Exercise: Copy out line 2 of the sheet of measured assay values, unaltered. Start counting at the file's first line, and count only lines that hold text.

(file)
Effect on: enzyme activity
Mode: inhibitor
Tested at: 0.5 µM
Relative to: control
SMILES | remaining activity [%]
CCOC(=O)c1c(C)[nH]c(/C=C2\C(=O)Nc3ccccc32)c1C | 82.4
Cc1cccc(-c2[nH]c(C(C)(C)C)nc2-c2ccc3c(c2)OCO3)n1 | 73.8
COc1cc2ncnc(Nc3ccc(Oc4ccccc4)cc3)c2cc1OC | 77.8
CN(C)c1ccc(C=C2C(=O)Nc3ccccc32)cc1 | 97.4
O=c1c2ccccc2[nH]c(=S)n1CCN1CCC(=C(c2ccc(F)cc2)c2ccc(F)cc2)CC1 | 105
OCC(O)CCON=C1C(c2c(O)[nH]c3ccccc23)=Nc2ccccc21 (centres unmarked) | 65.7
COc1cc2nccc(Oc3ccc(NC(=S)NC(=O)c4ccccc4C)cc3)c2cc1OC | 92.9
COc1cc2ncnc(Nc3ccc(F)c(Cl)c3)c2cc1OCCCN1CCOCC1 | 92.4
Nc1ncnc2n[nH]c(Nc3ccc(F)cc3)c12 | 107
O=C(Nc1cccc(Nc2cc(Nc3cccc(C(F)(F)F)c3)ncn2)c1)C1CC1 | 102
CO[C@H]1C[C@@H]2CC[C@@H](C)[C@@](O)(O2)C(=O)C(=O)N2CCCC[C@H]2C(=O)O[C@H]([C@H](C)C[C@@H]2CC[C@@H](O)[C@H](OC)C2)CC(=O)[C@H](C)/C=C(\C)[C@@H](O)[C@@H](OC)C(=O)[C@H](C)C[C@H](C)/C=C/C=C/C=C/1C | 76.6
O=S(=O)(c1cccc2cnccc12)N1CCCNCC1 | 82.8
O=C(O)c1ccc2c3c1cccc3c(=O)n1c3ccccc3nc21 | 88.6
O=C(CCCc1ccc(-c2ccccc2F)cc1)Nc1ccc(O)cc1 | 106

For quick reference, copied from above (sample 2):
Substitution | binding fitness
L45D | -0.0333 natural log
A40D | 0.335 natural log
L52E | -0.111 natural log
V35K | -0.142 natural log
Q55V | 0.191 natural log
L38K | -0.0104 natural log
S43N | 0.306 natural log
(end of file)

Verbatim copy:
Mode: inhibitor